Chp 2 of Roger Olson, Reformed and Always Reforming, is about “Christianity’s Essence” and his concern is “transformation over information.”
He begins with conservative evangelicalism’s identification of the essence, and here he sees an entry point in calling Cons Evang “post-fundamentalist evangelicals” (68). Both Joel Carpenter and George Marsden focused on showing how evangelicalism was a reform of fundamentalism. Postconservatives are doing the same: reforming evangelicalism.
Why? Because “there is no final stopping place in the process of ongoing correction and reform short of the return of Jesus Christ” (69). But, postcons think cons evangelicals are “too obsessed with the cognitive and intellectual sides of the gospel and of Christian existence” (69). I’d like you to read that carefully: it is not an either/or or a false dichotomy Olson is drawing here; instead, it is emphasis. Postcons want to correct this “one-sidedness.”
And, of course, postcons have been accused of a slippery slope. Olson says back: “it is a vicious calumny unjustified by any fair reading of the works of postconservatives” (69).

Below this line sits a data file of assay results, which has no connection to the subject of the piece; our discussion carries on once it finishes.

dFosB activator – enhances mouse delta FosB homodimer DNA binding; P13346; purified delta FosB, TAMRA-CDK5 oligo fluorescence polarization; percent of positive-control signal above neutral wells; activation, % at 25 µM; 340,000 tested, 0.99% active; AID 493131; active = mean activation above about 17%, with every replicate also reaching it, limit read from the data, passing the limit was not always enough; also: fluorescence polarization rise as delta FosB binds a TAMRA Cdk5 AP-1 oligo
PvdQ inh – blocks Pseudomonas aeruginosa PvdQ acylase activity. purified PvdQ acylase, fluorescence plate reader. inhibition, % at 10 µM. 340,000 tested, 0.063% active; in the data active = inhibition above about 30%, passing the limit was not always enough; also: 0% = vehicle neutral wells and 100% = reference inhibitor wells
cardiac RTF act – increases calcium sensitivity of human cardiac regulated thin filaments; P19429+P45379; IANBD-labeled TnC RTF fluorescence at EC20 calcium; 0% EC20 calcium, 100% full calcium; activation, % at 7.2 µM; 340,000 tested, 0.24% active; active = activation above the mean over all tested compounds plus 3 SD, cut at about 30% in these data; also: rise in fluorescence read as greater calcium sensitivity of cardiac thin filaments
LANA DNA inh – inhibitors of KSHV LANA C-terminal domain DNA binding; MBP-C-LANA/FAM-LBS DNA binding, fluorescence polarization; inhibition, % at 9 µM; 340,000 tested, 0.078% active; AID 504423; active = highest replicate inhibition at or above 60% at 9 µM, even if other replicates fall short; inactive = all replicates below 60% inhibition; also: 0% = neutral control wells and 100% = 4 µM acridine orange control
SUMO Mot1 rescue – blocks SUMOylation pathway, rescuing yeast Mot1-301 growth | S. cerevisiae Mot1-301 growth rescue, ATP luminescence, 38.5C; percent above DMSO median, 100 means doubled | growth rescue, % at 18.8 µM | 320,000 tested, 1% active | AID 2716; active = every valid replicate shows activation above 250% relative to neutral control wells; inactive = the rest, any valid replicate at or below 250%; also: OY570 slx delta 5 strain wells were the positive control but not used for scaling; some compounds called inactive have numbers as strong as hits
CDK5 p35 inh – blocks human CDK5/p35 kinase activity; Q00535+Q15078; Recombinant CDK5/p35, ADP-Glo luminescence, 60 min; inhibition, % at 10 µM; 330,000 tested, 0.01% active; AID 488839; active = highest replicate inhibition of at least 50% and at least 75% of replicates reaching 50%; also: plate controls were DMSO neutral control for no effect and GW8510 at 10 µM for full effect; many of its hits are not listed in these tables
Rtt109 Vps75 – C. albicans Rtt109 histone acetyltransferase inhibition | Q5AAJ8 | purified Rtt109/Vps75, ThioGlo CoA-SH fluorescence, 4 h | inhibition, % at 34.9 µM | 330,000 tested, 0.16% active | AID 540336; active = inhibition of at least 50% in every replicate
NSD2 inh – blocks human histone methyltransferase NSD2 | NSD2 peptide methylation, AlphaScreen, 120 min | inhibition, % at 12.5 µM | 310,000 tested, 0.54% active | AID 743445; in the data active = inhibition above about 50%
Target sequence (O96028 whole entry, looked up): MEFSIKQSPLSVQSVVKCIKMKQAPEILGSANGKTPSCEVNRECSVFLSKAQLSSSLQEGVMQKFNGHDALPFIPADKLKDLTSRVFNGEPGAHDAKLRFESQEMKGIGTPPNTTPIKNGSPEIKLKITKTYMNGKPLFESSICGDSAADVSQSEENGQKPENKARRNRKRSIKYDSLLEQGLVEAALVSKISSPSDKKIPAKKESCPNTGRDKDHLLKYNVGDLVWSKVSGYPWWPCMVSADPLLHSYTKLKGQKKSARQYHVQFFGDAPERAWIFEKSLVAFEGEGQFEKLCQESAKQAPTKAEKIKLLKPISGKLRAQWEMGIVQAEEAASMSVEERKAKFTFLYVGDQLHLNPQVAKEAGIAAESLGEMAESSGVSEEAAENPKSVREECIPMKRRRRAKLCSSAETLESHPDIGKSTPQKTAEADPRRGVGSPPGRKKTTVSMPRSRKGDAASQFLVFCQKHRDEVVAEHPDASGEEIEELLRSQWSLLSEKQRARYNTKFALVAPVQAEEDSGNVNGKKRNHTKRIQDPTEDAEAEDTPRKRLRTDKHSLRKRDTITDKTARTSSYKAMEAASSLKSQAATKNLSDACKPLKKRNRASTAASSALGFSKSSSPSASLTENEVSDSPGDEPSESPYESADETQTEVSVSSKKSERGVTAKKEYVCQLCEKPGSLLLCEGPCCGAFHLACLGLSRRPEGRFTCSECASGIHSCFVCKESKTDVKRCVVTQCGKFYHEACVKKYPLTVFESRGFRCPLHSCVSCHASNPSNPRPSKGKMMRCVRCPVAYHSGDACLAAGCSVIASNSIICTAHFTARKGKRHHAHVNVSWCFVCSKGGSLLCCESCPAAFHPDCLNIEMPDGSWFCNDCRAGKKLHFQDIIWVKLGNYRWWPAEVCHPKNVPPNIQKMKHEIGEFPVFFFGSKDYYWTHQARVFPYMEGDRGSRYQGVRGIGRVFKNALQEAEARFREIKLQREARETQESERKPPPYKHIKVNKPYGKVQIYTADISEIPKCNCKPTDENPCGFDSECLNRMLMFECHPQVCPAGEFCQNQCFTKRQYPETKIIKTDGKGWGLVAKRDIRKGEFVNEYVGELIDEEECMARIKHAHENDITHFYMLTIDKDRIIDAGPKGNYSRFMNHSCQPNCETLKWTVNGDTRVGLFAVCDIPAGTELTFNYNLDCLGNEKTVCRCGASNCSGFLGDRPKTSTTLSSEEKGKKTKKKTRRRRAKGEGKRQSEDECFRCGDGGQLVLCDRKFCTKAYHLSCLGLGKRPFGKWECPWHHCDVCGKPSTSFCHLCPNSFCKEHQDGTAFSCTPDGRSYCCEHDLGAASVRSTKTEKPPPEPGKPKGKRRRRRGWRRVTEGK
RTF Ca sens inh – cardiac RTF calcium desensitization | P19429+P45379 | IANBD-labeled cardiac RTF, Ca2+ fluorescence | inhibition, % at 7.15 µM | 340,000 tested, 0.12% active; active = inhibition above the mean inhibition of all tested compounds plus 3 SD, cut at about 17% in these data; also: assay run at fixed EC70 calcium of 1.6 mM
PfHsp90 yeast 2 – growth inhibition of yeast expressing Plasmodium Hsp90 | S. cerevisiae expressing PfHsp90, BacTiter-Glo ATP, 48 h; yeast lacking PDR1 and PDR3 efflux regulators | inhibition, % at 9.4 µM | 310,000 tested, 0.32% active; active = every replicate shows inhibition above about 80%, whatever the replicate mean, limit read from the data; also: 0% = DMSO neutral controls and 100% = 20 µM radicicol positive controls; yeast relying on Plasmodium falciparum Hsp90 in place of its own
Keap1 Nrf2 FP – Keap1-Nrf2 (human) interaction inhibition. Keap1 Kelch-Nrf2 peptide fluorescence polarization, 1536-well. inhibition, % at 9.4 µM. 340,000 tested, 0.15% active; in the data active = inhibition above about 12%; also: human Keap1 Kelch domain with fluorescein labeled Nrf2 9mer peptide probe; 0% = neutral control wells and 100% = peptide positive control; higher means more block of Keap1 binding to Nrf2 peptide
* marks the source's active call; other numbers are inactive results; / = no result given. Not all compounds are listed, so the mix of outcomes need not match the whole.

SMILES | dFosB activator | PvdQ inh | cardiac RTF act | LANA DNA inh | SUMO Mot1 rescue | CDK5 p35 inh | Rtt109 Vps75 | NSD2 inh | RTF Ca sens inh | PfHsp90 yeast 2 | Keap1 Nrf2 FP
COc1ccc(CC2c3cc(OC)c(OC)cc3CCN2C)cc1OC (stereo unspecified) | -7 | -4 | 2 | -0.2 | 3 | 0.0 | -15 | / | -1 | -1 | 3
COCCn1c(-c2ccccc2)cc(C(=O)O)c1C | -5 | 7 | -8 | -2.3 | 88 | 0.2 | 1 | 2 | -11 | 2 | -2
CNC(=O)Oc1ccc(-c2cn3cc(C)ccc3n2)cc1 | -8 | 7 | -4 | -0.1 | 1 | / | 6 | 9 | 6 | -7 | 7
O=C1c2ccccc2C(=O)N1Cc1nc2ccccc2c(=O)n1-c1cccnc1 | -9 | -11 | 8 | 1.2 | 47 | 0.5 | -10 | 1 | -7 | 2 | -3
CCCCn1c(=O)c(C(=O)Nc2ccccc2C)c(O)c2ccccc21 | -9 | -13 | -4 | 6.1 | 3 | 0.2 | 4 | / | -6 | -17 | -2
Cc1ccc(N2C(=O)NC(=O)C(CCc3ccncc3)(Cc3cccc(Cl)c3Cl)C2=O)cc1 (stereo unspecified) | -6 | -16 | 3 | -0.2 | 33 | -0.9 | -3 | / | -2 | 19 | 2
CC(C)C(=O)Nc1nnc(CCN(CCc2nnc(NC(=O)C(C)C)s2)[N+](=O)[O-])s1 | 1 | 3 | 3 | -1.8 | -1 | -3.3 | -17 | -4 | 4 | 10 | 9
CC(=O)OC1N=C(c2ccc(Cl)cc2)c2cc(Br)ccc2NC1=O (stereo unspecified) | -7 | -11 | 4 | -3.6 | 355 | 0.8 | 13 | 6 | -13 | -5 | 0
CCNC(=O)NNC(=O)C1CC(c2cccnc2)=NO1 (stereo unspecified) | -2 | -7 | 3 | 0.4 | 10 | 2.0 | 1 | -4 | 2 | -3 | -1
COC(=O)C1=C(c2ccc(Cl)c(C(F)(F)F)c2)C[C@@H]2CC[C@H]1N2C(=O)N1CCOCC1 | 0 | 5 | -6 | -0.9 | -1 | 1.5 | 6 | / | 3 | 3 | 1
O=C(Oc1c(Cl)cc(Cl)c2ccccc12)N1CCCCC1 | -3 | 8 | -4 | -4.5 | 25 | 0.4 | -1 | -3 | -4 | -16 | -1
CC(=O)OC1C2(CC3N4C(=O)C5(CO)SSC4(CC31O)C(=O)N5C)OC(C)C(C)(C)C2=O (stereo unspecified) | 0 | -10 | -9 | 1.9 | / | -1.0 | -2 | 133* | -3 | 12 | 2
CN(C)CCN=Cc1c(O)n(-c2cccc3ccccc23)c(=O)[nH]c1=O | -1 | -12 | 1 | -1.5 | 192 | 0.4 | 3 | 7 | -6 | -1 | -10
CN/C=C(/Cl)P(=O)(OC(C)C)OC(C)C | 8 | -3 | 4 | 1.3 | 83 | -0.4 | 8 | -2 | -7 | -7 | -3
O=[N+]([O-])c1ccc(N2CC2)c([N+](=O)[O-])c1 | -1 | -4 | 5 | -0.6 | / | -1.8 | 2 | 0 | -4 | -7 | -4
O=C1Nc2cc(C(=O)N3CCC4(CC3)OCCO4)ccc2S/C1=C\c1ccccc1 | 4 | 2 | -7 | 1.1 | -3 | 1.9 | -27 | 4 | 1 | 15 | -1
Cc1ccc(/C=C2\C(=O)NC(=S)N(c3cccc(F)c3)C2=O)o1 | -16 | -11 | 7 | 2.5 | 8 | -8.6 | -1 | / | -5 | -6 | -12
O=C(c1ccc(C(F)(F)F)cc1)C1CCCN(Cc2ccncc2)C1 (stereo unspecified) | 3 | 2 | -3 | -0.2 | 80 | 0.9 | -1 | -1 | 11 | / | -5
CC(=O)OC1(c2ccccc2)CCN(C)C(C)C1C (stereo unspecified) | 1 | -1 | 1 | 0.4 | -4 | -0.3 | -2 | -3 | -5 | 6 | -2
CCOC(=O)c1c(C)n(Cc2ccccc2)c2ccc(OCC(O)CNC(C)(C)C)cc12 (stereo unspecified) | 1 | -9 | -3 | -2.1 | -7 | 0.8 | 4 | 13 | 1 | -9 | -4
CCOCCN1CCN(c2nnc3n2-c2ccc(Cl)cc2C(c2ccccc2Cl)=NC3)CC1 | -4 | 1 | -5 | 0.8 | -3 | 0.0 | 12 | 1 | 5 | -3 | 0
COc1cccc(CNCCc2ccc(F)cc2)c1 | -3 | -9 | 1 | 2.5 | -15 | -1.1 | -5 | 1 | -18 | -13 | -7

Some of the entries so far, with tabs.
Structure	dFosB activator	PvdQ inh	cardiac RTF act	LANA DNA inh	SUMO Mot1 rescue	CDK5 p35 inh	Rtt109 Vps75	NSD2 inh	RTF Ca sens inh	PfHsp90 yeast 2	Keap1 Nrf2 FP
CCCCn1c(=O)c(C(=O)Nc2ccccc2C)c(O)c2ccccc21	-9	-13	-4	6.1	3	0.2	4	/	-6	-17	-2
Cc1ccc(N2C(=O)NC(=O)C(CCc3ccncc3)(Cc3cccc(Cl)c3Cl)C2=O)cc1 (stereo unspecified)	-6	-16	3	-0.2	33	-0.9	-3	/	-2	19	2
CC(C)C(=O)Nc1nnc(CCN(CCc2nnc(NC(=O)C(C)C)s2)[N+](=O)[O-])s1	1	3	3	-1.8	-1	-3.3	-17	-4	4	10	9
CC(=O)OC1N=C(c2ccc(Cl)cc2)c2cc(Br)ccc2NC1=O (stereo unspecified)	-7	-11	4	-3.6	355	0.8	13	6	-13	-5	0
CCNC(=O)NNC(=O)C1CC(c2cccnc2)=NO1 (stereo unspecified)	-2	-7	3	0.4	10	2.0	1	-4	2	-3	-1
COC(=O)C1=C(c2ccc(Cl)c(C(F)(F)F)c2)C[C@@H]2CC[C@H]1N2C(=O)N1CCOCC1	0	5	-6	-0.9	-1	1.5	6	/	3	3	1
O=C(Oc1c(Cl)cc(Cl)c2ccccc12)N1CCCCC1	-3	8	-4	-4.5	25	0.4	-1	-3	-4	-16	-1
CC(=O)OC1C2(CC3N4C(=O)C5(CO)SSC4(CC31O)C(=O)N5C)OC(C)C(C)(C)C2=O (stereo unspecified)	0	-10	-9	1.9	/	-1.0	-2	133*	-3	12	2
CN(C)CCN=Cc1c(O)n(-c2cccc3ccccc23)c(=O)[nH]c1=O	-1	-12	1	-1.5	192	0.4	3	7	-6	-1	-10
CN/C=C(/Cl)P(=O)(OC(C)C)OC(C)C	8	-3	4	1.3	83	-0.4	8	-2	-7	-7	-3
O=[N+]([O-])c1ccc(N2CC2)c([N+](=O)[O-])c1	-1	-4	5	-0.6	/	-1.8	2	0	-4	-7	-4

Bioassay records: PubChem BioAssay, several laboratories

Millard Erickson says the “doctrinal component is a major component of Christianity… [and it] will be regarded as the most important permanent element” (70). That is what Olson is talking about. Yes, Erickson and cons evangs do believe in transformation; and postcons believe in doctrine. The question is one of emphasis.
DA Carson is another example in Olson’s illustrations of conservative evangelical emphasis on doctrinal content as the essence of Christianity. Carson: “the historic gospel is unavoidably cast as intellectual content that must be taught and proclaimed” (71). Again, he is fair with Carson: “Scripture’s purpose is not simply to fill our heads with facts, but to bring us to the living God” (72). But, Olson thinks the burden of both Erickson and Carson — do you think he is accurate here? — “is to preserve and protect the cognitive doctrinal content of historic evangelicalism — evangelical orthodoxy — as its permanent, enduring, and unchanging essence” (72).
Is conservative evangelicalism’s emphasis on doctrinal content? And is its emphasis an overemphasis?
Next post: postconservativism’s “experiential impulse”.